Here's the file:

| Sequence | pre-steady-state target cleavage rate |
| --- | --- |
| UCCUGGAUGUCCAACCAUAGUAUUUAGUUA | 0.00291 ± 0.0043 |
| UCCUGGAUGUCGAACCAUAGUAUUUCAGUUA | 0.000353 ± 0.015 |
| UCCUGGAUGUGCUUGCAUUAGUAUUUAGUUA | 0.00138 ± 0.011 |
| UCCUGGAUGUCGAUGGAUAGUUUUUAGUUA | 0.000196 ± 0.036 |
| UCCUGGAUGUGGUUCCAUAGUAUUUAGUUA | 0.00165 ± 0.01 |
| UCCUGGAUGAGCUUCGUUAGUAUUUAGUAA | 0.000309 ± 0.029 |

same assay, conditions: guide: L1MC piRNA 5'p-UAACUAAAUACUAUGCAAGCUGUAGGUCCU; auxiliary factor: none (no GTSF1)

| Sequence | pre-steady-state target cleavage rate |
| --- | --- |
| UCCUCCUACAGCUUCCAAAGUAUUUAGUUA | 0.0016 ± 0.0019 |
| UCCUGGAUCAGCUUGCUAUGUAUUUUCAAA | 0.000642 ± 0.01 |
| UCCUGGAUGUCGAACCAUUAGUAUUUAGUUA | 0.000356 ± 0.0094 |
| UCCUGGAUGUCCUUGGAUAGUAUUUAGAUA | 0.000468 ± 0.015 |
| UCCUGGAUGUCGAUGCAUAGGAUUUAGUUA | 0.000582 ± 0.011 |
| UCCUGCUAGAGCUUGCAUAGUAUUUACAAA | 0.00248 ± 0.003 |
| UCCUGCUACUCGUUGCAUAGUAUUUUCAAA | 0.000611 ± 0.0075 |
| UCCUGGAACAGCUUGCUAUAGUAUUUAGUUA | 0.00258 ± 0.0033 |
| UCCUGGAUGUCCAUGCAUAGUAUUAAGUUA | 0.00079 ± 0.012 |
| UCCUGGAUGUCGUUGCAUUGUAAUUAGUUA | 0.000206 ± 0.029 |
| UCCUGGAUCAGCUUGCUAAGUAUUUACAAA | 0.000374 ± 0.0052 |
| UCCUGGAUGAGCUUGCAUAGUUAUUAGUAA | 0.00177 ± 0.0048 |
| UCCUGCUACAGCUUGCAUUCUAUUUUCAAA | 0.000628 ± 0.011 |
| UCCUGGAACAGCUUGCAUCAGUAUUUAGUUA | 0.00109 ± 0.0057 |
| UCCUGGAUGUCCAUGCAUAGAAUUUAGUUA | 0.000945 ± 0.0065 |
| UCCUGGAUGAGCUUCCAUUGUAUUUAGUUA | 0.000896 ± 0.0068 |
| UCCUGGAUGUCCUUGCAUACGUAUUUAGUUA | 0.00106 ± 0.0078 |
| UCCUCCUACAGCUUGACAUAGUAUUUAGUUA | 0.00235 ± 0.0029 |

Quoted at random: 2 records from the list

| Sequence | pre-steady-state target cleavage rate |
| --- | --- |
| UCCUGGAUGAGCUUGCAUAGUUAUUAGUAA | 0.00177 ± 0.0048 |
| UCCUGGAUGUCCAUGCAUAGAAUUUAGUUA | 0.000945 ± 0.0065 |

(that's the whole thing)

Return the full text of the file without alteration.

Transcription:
| Sequence | pre-steady-state target cleavage rate |
| --- | --- |
| UCCUGGAUGUCCAACCAUAGUAUUUAGUUA | 0.00291 ± 0.0043 |
| UCCUGGAUGUCGAACCAUAGUAUUUCAGUUA | 0.000353 ± 0.015 |
| UCCUGGAUGUGCUUGCAUUAGUAUUUAGUUA | 0.00138 ± 0.011 |
| UCCUGGAUGUCGAUGGAUAGUUUUUAGUUA | 0.000196 ± 0.036 |
| UCCUGGAUGUGGUUCCAUAGUAUUUAGUUA | 0.00165 ± 0.01 |
| UCCUGGAUGAGCUUCGUUAGUAUUUAGUAA | 0.000309 ± 0.029 |

same assay, conditions: guide: L1MC piRNA 5'p-UAACUAAAUACUAUGCAAGCUGUAGGUCCU; auxiliary factor: none (no GTSF1)

| Sequence | pre-steady-state target cleavage rate |
| --- | --- |
| UCCUCCUACAGCUUCCAAAGUAUUUAGUUA | 0.0016 ± 0.0019 |
| UCCUGGAUCAGCUUGCUAUGUAUUUUCAAA | 0.000642 ± 0.01 |
| UCCUGGAUGUCGAACCAUUAGUAUUUAGUUA | 0.000356 ± 0.0094 |
| UCCUGGAUGUCCUUGGAUAGUAUUUAGAUA | 0.000468 ± 0.015 |
| UCCUGGAUGUCGAUGCAUAGGAUUUAGUUA | 0.000582 ± 0.011 |
| UCCUGCUAGAGCUUGCAUAGUAUUUACAAA | 0.00248 ± 0.003 |
| UCCUGCUACUCGUUGCAUAGUAUUUUCAAA | 0.000611 ± 0.0075 |
| UCCUGGAACAGCUUGCUAUAGUAUUUAGUUA | 0.00258 ± 0.0033 |
| UCCUGGAUGUCCAUGCAUAGUAUUAAGUUA | 0.00079 ± 0.012 |
| UCCUGGAUGUCGUUGCAUUGUAAUUAGUUA | 0.000206 ± 0.029 |
| UCCUGGAUCAGCUUGCUAAGUAUUUACAAA | 0.000374 ± 0.0052 |
| UCCUGGAUGAGCUUGCAUAGUUAUUAGUAA | 0.00177 ± 0.0048 |
| UCCUGCUACAGCUUGCAUUCUAUUUUCAAA | 0.000628 ± 0.011 |
| UCCUGGAACAGCUUGCAUCAGUAUUUAGUUA | 0.00109 ± 0.0057 |
| UCCUGGAUGUCCAUGCAUAGAAUUUAGUUA | 0.000945 ± 0.0065 |
| UCCUGGAUGAGCUUCCAUUGUAUUUAGUUA | 0.000896 ± 0.0068 |
| UCCUGGAUGUCCUUGCAUACGUAUUUAGUUA | 0.00106 ± 0.0078 |
| UCCUCCUACAGCUUGACAUAGUAUUUAGUUA | 0.00235 ± 0.0029 |

Quoted at random: 2 records from the list

| Sequence | pre-steady-state target cleavage rate |
| --- | --- |
| UCCUGGAUGAGCUUGCAUAGUUAUUAGUAA | 0.00177 ± 0.0048 |
| UCCUGGAUGUCCAUGCAUAGAAUUUAGUUA | 0.000945 ± 0.0065 |